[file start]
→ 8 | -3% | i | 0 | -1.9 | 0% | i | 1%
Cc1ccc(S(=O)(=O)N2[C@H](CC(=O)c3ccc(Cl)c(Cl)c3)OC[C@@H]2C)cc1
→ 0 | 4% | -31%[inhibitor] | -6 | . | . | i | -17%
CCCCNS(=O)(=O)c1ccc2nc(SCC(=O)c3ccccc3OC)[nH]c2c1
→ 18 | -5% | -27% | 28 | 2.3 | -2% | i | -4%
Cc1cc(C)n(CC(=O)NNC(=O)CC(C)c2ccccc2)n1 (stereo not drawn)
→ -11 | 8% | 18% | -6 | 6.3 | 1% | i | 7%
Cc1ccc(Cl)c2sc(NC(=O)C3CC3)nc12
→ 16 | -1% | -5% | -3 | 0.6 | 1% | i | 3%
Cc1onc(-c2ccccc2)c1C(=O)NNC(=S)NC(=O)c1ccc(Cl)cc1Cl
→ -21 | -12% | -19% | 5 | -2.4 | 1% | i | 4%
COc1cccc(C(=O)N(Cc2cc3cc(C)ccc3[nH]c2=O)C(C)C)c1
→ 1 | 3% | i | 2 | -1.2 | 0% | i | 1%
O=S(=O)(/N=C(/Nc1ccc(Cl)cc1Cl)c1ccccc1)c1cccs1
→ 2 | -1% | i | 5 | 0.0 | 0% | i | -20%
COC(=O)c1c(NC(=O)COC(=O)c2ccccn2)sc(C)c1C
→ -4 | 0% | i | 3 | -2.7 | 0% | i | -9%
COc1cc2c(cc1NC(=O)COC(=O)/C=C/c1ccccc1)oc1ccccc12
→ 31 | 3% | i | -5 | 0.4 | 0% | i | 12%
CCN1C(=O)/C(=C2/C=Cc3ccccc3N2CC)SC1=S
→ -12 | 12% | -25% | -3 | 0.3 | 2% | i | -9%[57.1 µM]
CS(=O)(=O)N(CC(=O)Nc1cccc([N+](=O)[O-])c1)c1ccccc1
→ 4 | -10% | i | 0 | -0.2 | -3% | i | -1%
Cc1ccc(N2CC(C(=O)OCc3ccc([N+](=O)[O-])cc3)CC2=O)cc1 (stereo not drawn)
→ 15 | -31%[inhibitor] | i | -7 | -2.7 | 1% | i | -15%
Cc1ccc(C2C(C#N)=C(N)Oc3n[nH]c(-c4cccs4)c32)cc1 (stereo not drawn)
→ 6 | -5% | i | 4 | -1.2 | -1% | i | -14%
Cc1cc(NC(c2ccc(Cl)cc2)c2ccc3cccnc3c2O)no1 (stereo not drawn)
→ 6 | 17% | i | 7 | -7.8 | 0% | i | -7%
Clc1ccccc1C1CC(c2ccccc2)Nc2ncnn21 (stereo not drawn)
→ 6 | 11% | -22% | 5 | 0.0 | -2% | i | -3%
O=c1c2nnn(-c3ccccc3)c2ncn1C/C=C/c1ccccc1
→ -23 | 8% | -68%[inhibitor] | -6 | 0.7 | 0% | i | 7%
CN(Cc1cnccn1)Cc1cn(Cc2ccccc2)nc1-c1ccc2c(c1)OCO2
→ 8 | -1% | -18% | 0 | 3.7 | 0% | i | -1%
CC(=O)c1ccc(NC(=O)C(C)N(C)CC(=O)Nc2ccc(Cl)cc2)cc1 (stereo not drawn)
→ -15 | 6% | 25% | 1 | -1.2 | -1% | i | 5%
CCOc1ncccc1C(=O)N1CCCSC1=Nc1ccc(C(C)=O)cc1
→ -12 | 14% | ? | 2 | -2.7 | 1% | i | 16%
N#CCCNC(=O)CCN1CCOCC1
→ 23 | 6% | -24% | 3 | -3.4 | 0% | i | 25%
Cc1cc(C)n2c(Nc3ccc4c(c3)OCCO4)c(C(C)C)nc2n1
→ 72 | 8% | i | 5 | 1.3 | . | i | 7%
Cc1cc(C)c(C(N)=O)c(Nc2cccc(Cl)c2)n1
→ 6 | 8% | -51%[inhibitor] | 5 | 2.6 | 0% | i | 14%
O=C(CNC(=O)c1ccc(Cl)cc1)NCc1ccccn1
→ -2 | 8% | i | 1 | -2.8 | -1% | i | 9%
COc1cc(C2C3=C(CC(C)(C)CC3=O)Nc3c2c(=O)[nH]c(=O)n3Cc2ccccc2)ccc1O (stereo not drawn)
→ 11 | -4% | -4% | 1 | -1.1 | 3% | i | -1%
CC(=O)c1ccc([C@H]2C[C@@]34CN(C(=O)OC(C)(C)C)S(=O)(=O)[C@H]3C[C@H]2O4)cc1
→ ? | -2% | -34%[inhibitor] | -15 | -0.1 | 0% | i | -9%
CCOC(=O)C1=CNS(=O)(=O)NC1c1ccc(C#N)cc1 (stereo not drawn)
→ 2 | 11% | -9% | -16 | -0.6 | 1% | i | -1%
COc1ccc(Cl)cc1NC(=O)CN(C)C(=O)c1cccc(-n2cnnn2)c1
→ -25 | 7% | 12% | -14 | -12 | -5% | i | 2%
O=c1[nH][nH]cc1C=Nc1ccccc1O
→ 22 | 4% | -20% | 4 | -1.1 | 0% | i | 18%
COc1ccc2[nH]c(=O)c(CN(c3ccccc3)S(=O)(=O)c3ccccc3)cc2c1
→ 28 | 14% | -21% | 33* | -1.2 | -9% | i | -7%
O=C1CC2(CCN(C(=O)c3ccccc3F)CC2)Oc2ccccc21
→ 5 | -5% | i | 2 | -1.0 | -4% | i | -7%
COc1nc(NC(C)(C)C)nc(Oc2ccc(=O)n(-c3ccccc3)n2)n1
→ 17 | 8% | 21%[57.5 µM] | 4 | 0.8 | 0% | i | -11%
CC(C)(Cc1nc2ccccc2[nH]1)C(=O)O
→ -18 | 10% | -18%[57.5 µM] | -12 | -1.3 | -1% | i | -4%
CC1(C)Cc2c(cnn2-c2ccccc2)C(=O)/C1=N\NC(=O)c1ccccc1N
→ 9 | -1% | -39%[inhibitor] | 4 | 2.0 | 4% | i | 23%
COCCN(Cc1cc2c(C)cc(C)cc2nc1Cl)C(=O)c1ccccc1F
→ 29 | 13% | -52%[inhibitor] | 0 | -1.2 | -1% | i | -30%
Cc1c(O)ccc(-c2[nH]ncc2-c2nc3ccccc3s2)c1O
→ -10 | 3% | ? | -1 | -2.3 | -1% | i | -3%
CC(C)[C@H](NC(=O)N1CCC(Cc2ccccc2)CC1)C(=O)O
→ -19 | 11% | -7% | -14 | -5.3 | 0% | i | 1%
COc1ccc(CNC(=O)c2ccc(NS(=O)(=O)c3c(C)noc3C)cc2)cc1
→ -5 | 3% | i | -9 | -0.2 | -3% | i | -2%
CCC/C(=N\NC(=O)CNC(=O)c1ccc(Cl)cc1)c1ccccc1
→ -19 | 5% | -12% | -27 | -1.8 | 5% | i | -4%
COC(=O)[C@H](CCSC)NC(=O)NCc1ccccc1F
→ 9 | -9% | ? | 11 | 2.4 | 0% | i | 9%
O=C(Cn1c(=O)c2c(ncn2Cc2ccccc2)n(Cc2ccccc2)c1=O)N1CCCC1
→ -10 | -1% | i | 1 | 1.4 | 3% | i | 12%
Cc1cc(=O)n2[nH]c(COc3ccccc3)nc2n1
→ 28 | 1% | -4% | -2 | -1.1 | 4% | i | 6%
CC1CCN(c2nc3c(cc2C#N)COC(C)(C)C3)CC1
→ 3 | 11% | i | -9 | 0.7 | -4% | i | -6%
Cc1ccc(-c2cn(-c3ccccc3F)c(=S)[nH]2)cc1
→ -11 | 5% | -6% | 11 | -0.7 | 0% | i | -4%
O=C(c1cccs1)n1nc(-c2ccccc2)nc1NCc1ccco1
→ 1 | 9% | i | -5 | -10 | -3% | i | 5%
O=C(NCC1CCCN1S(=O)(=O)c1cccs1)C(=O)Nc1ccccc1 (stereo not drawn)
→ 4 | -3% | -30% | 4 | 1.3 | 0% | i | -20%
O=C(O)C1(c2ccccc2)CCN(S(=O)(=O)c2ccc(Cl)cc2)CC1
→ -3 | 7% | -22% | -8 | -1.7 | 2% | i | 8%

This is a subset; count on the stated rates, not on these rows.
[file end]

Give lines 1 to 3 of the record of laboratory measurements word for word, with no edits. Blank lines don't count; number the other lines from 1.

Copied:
→ 8 | -3% | i | 0 | -1.9 | 0% | i | 1%
Cc1ccc(S(=O)(=O)N2[C@H](CC(=O)c3ccc(Cl)c(Cl)c3)OC[C@@H]2C)cc1
→ 0 | 4% | -31%[inhibitor] | -6 | . | . | i | -17%